Unions and their allies would like to return to an era of union power not seen since 1947. The problem is, if they get their way and their ideas for a workers’ paradise are achieved, America’s workplaces will likely be forever altered.
In terms of percentage of American workers represented by labor unions, unions reached their pinnacle in 1945 with 35.5 percent of the workforce.
Since that time, with the exception of a brief respite in the mid-1950s, unions have been on the decline since 1954…to the point where, now, unions represent less than 11 percent of the entire American workforce and even less (6.5 percent) in the private sector.
Although unions have tried a variety of approaches since the 1970s to regain their foothold, none have been able to counter the near-continuous decline of the American labor movement.
At this point in time, it seems as though most (if not all) of America’s labor union leaders have come to the conclusion that the only way for unions to survive is through government intervention.
To that end, the union-funded think tank known as the Economic Policy Institute has come up with a 15-Point Plan (in full below) to restore unions and, as well, reshape the American workplace in a manner, heretofore, unseen in the United States.
Although unions have long tried to roll-back the 1947 Taft-Hartley Amendments—which allowed states to adopt Right-to-Work laws, barred “secondary boycotts,” and secured employers’ First Amendment rights to communicate with employees on the subject of unionization—these 15 points go well beyond that.
The EPI’s proposals include:
- Eliminating secret-ballot elections on unionization though “card check,” as well as banning employers from holding “captive audience” meetings to persuade their employees against unionization;
- Government-mandated arbitration on union contracts;
- Elimination of state Right-to-Work laws nationwide, which would require all unionized workers to pay union fees or be fired from their employment;
- Elimination of employers’ right to replace economic strikers permanently, and restoring unions’ right to engage in secondary boycotts;
- Raising the federal minimum wage to $15 per hour and indexing it to inflation;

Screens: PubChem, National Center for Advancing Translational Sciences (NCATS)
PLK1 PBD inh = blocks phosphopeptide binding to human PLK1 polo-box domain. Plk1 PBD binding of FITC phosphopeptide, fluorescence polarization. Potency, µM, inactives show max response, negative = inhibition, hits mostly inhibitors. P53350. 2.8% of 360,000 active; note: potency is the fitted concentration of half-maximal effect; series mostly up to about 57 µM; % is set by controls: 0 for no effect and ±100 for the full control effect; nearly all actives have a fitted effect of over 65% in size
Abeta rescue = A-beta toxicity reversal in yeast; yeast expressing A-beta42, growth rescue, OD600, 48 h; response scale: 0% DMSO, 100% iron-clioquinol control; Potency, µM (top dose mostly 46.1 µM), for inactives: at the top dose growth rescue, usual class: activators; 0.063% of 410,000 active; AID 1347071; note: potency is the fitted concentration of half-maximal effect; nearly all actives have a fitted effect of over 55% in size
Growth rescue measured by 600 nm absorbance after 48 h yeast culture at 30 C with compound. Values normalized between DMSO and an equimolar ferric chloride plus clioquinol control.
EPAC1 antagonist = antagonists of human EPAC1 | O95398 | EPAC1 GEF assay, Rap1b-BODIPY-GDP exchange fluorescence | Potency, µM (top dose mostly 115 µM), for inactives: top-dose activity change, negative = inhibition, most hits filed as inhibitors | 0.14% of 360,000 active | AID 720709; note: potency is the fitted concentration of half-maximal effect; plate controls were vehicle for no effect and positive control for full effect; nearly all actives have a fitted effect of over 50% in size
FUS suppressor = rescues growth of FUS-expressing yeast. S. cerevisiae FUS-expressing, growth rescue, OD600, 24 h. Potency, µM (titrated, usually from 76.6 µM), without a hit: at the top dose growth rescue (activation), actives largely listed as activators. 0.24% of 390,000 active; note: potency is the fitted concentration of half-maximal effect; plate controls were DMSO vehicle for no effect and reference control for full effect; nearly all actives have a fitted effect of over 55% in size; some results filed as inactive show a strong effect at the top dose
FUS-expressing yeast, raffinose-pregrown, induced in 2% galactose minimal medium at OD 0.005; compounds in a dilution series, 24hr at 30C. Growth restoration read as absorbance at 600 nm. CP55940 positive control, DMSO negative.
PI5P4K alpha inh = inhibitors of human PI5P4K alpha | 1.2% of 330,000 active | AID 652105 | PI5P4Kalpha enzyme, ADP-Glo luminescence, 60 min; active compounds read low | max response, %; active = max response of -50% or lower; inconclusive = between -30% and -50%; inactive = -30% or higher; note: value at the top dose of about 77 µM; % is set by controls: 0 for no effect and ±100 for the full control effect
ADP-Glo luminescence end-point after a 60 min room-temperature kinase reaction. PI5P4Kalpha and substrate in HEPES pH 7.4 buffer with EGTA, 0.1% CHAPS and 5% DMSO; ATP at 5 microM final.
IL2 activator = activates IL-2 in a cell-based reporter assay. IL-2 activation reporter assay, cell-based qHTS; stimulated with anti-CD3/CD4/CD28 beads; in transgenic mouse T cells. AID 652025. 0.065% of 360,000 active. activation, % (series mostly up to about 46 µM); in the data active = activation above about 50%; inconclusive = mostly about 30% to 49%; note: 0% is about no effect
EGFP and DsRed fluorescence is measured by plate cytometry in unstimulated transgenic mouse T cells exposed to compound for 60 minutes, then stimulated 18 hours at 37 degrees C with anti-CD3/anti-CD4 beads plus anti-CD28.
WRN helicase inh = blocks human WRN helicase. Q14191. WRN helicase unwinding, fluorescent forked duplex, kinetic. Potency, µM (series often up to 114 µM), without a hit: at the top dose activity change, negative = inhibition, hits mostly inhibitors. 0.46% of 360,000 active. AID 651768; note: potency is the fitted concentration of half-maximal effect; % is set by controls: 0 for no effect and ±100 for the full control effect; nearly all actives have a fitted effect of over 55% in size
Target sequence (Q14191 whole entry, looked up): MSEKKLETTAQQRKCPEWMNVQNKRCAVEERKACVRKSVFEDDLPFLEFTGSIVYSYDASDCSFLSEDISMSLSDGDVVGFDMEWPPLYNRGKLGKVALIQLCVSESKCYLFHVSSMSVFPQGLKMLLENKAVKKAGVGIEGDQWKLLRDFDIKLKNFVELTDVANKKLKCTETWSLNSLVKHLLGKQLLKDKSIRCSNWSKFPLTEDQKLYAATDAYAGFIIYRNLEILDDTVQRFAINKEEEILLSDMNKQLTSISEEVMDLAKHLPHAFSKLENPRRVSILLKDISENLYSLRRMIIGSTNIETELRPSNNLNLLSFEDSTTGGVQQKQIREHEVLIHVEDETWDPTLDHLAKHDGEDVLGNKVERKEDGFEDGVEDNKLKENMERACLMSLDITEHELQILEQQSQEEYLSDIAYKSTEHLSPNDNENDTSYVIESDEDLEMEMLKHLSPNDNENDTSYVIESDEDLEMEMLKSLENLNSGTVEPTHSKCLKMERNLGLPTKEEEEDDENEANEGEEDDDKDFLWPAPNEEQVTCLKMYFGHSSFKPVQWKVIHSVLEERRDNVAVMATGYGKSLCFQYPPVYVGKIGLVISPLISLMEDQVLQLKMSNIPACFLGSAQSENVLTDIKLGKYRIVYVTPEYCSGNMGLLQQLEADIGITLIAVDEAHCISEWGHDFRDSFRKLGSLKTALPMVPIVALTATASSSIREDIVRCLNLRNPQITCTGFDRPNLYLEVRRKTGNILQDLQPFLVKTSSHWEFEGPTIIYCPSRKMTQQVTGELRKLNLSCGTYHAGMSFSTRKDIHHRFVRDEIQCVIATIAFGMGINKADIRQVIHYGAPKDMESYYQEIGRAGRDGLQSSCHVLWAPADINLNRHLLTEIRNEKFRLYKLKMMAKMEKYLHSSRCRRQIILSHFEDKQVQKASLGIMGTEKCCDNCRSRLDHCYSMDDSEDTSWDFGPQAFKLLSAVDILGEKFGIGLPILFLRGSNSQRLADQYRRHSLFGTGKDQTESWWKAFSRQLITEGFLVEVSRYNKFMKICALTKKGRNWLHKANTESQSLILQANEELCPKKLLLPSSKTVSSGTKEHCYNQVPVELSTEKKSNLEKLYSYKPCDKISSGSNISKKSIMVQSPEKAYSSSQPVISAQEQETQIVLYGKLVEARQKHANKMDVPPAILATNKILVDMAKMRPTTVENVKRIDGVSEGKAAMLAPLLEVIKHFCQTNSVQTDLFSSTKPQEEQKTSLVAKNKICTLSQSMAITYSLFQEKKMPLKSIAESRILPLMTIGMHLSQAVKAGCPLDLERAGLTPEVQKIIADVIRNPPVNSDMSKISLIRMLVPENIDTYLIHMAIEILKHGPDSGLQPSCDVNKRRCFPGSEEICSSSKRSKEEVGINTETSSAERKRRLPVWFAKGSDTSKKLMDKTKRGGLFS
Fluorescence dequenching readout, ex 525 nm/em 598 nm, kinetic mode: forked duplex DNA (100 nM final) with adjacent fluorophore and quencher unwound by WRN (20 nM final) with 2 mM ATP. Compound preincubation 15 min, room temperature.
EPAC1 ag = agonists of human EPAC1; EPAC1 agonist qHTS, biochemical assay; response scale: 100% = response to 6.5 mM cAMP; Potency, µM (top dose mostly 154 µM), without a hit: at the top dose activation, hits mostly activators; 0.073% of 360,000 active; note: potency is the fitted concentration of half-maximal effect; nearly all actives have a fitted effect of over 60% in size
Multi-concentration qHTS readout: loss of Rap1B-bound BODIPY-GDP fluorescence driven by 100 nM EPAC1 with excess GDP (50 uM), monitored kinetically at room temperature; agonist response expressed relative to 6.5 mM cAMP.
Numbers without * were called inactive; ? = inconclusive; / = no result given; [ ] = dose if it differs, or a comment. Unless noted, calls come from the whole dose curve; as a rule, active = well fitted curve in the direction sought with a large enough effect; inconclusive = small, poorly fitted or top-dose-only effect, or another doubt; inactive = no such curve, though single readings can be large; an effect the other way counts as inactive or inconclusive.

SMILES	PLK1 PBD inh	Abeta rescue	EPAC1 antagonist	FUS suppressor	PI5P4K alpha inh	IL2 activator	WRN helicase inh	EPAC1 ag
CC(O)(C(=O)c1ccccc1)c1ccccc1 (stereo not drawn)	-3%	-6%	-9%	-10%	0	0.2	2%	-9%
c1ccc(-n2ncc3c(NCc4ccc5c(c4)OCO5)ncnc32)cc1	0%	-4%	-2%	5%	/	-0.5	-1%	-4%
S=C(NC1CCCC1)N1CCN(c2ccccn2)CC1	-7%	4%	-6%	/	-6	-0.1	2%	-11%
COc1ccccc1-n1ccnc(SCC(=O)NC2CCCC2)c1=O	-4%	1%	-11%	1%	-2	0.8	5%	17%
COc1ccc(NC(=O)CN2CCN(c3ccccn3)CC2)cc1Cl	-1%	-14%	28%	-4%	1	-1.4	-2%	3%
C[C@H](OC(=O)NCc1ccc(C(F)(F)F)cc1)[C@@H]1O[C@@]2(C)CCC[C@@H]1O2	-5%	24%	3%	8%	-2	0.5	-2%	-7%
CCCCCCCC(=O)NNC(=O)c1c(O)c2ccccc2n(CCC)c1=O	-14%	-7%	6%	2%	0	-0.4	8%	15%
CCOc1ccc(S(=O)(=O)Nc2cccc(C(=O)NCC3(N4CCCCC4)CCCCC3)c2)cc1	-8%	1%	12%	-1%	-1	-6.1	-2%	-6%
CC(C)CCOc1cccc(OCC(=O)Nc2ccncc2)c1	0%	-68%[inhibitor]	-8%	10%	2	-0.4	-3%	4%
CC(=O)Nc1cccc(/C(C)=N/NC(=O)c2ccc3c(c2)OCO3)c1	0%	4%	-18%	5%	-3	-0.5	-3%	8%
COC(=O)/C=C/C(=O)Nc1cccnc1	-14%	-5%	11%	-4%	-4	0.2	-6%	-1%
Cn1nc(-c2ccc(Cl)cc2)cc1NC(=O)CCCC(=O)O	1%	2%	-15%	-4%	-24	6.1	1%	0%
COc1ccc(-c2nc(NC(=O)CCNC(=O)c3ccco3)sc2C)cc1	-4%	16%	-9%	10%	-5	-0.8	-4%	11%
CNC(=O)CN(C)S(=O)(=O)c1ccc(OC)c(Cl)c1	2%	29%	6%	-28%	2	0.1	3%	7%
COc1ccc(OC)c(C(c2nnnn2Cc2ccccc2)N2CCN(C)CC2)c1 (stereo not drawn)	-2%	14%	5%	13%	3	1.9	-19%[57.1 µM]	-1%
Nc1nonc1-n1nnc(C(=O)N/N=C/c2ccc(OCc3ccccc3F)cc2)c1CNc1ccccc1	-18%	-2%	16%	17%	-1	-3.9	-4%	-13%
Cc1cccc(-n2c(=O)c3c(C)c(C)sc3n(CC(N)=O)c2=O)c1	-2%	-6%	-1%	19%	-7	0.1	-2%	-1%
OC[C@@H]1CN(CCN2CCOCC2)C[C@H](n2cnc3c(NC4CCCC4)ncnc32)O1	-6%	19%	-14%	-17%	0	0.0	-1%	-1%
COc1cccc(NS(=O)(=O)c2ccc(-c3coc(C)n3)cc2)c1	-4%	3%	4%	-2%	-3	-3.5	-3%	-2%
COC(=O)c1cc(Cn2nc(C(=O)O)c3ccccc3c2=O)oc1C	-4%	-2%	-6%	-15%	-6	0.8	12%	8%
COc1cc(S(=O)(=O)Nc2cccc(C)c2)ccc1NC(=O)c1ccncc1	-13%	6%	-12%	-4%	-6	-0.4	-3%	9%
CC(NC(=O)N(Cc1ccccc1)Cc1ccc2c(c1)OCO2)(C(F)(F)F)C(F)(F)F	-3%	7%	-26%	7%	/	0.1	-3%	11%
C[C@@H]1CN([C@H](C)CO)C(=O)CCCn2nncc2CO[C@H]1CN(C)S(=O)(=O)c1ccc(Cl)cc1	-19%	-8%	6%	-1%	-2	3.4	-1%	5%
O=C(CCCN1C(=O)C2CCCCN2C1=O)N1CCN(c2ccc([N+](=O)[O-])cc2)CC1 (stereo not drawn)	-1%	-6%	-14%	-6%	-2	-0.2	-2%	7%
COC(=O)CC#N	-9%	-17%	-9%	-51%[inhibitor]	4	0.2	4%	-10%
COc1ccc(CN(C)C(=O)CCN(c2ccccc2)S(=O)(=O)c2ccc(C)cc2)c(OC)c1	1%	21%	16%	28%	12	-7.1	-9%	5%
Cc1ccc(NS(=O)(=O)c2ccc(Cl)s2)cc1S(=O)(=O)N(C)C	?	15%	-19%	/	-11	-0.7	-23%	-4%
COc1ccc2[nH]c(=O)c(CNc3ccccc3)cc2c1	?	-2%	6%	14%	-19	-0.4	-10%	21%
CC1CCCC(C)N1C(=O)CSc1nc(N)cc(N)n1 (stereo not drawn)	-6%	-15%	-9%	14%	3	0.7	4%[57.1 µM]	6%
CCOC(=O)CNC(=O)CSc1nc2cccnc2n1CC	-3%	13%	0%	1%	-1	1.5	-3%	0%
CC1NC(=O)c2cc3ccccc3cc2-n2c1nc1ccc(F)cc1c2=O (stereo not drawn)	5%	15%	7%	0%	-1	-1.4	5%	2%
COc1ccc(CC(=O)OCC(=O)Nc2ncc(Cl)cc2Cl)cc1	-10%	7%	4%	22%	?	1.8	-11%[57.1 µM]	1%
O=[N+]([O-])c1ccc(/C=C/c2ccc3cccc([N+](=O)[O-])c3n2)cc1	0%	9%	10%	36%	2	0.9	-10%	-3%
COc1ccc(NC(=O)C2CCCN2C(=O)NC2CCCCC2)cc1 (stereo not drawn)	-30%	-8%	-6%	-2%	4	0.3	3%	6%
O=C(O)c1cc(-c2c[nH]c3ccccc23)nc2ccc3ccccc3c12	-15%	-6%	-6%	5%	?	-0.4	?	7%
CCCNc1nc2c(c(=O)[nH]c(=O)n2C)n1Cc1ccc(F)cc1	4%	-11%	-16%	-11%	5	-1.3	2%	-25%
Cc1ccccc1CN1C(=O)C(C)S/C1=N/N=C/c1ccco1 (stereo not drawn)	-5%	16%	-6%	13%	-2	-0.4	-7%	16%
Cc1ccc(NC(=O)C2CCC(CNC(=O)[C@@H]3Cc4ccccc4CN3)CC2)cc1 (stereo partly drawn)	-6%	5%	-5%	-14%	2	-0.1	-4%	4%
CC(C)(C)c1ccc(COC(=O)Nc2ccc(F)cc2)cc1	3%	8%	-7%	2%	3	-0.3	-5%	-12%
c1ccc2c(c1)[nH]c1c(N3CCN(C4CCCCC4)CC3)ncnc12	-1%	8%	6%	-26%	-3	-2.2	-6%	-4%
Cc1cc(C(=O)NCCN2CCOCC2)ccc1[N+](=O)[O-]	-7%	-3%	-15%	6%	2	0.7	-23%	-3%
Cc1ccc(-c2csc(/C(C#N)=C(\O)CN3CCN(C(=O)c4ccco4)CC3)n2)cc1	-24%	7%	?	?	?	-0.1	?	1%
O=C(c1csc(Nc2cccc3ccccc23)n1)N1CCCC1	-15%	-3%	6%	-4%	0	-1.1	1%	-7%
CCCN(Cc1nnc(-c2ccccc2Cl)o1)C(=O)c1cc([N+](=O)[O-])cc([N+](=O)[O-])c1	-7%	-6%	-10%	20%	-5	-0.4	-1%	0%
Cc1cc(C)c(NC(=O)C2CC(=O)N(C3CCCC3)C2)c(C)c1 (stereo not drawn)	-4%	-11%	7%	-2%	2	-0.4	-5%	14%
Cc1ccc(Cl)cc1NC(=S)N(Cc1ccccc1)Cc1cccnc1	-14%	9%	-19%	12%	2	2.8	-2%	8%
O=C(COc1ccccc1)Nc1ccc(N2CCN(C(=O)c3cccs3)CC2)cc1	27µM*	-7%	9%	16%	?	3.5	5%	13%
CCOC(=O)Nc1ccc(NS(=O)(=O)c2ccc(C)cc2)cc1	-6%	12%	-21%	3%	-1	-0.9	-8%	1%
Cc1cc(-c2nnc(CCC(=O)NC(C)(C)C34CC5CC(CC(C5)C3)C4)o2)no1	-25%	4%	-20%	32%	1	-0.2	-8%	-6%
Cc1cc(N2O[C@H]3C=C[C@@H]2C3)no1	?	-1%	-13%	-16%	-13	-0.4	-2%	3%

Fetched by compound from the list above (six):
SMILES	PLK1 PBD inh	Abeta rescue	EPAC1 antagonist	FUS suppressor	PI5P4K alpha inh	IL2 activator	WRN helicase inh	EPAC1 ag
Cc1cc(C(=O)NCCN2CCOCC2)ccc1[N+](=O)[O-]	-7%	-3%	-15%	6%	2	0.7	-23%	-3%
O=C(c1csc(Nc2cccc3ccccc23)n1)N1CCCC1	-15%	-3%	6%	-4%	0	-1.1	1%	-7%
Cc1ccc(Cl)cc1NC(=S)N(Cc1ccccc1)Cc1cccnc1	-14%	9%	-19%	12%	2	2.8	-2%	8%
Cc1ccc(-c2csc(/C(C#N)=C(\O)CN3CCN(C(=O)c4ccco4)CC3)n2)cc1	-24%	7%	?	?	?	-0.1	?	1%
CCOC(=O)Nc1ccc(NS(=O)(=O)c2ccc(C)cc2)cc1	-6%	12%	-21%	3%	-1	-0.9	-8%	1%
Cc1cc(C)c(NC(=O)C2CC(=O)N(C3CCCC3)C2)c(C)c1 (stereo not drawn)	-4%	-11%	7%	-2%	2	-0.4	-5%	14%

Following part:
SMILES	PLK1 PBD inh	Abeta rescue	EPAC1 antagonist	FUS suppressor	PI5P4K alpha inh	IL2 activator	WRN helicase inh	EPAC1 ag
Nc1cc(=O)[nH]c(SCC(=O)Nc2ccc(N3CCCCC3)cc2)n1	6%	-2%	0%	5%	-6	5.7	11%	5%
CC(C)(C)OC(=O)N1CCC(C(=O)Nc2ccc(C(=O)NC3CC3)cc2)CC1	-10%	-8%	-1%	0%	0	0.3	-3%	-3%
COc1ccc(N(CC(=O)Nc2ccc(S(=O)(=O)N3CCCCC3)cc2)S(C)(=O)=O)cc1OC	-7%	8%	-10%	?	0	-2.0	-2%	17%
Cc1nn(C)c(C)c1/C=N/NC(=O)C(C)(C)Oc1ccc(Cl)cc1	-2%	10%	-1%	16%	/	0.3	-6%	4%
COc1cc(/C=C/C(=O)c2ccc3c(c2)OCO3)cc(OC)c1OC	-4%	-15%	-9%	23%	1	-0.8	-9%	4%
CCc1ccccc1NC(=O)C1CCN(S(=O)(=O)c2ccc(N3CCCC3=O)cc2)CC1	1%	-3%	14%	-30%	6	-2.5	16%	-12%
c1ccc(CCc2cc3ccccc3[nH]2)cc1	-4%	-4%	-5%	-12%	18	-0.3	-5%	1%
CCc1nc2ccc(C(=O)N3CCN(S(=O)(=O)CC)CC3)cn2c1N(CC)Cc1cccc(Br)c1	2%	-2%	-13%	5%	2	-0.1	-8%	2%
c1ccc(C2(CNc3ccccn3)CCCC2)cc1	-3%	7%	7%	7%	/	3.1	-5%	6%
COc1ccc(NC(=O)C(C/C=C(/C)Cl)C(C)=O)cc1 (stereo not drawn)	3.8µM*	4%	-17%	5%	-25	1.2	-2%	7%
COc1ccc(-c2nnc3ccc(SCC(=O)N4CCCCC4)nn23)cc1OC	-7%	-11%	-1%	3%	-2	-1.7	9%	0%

- Expanding the Fair Labor Standards Act overtime provisions to include currently exempted classifications, as well as “raise the salary threshold to $47,476 per year for a full-year worker;”
- Imposing a government mandate for employers to establish advance notice of their schedules, give employees extra pay for on-call scheduling or other schedule changes that occur without sufficient warning, and extra pay when workers’ schedules are changed without reasonable lead time or for short shifts;
- Mandating national paid sick days to allow workers to be able to stay home when sick, when they need to see a doctor, or when a family member needs medical attention;
- Mandating that all employers be required by law to provide workers with a statement of pay that includes worker status (including whether the worker is an employee or an independent contractor and, if an employee, whether he or she is exempt or nonexempt from the overtime protections of the FLSA), a “clear rationale for the worker classification,” the name of the employee’s legal employer(s), rate of pay, hours worked, and all deductions from pay.
- Passing a “joint employer” standard that would be “the default for both collective bargaining and for responsibility for compliance with basic labor standards”;
- Eliminating at-will employment and establishing just cause protections for all workers in the U.S. [See related post here.]
- Eliminating mandatory arbitration agreements and class and collective action waivers in employment agreements;
- Banning noncompete agreements, with very limited carveouts;
- Expanding “fair employment laws” nationally to banning “employment discrimination and harassment based on more individual traits (for example, sexual orientation and gender identity or expression),” increasing penalties and remedies for violations of labor standards; and,
- Creating an employer “blacklist” by establishing a federal database of employers who have violated workplace violations, as well as giving preference to unionized companies on federal contracts.
While some of the EPI’s proposal are less destructive than others, most represent a fundamental shift toward a Command and Control economy, with labor unions as the primary beneficiary. You may get the latest New York labor law posters for employers here.
Here’s the EPI’s full proposal:
EPI 15-Point Plan on Scribd